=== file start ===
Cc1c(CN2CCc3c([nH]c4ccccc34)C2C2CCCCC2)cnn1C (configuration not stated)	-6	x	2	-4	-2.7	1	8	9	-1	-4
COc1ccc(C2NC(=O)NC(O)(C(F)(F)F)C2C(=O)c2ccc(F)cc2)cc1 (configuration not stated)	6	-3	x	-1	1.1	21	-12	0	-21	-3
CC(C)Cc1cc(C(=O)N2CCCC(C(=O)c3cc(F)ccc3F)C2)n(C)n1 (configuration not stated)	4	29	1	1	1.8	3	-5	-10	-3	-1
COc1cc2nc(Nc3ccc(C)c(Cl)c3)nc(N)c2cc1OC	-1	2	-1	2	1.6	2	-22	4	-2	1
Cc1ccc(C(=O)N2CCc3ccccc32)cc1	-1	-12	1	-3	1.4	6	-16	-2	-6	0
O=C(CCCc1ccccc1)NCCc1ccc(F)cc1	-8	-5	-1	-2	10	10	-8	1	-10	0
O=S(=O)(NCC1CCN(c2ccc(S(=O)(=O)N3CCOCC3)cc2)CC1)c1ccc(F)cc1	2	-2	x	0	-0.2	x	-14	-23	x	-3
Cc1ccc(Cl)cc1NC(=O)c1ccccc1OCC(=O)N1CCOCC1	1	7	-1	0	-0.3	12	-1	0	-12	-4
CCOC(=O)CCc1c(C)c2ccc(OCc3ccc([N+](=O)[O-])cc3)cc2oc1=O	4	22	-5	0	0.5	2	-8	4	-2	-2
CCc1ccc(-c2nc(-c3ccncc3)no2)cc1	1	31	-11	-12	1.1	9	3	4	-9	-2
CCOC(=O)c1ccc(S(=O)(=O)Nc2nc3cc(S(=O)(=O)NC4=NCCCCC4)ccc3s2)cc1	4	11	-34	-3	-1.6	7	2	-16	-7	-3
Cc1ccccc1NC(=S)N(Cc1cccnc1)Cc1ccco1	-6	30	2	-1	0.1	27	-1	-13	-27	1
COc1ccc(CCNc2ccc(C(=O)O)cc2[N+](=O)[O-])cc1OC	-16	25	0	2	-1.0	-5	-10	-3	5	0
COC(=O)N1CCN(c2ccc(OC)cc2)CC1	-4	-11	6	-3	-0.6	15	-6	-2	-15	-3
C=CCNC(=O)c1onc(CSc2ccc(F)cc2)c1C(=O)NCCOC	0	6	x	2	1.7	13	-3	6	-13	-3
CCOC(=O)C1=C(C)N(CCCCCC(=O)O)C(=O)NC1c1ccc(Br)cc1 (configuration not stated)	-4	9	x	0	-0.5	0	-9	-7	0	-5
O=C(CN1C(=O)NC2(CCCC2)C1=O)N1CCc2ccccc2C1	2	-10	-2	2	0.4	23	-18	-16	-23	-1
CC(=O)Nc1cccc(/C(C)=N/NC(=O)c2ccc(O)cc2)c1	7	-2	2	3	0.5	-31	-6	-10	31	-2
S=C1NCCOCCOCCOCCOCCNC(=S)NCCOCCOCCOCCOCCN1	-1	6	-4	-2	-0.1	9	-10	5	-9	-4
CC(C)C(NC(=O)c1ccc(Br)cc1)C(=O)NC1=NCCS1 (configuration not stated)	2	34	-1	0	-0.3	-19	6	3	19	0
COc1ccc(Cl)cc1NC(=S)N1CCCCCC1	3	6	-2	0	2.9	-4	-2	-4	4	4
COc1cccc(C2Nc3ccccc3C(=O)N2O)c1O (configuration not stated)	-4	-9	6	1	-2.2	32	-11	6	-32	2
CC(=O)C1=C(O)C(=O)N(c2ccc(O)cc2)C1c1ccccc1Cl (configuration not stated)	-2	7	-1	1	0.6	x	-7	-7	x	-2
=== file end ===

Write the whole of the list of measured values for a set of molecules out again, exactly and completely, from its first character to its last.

Cc1c(CN2CCc3c([nH]c4ccccc34)C2C2CCCCC2)cnn1C (configuration not stated)	-6	x	2	-4	-2.7	1	8	9	-1	-4
COc1ccc(C2NC(=O)NC(O)(C(F)(F)F)C2C(=O)c2ccc(F)cc2)cc1 (configuration not stated)	6	-3	x	-1	1.1	21	-12	0	-21	-3
CC(C)Cc1cc(C(=O)N2CCCC(C(=O)c3cc(F)ccc3F)C2)n(C)n1 (configuration not stated)	4	29	1	1	1.8	3	-5	-10	-3	-1
COc1cc2nc(Nc3ccc(C)c(Cl)c3)nc(N)c2cc1OC	-1	2	-1	2	1.6	2	-22	4	-2	1
Cc1ccc(C(=O)N2CCc3ccccc32)cc1	-1	-12	1	-3	1.4	6	-16	-2	-6	0
O=C(CCCc1ccccc1)NCCc1ccc(F)cc1	-8	-5	-1	-2	10	10	-8	1	-10	0
O=S(=O)(NCC1CCN(c2ccc(S(=O)(=O)N3CCOCC3)cc2)CC1)c1ccc(F)cc1	2	-2	x	0	-0.2	x	-14	-23	x	-3
Cc1ccc(Cl)cc1NC(=O)c1ccccc1OCC(=O)N1CCOCC1	1	7	-1	0	-0.3	12	-1	0	-12	-4
CCOC(=O)CCc1c(C)c2ccc(OCc3ccc([N+](=O)[O-])cc3)cc2oc1=O	4	22	-5	0	0.5	2	-8	4	-2	-2
CCc1ccc(-c2nc(-c3ccncc3)no2)cc1	1	31	-11	-12	1.1	9	3	4	-9	-2
CCOC(=O)c1ccc(S(=O)(=O)Nc2nc3cc(S(=O)(=O)NC4=NCCCCC4)ccc3s2)cc1	4	11	-34	-3	-1.6	7	2	-16	-7	-3
Cc1ccccc1NC(=S)N(Cc1cccnc1)Cc1ccco1	-6	30	2	-1	0.1	27	-1	-13	-27	1
COc1ccc(CCNc2ccc(C(=O)O)cc2[N+](=O)[O-])cc1OC	-16	25	0	2	-1.0	-5	-10	-3	5	0
COC(=O)N1CCN(c2ccc(OC)cc2)CC1	-4	-11	6	-3	-0.6	15	-6	-2	-15	-3
C=CCNC(=O)c1onc(CSc2ccc(F)cc2)c1C(=O)NCCOC	0	6	x	2	1.7	13	-3	6	-13	-3
CCOC(=O)C1=C(C)N(CCCCCC(=O)O)C(=O)NC1c1ccc(Br)cc1 (configuration not stated)	-4	9	x	0	-0.5	0	-9	-7	0	-5
O=C(CN1C(=O)NC2(CCCC2)C1=O)N1CCc2ccccc2C1	2	-10	-2	2	0.4	23	-18	-16	-23	-1
CC(=O)Nc1cccc(/C(C)=N/NC(=O)c2ccc(O)cc2)c1	7	-2	2	3	0.5	-31	-6	-10	31	-2
S=C1NCCOCCOCCOCCOCCNC(=S)NCCOCCOCCOCCOCCN1	-1	6	-4	-2	-0.1	9	-10	5	-9	-4
CC(C)C(NC(=O)c1ccc(Br)cc1)C(=O)NC1=NCCS1 (configuration not stated)	2	34	-1	0	-0.3	-19	6	3	19	0
COc1ccc(Cl)cc1NC(=S)N1CCCCCC1	3	6	-2	0	2.9	-4	-2	-4	4	4
COc1cccc(C2Nc3ccccc3C(=O)N2O)c1O (configuration not stated)	-4	-9	6	1	-2.2	32	-11	6	-32	2
CC(=O)C1=C(O)C(=O)N(c2ccc(O)cc2)C1c1ccccc1Cl (configuration not stated)	-2	7	-1	1	0.6	x	-7	-7	x	-2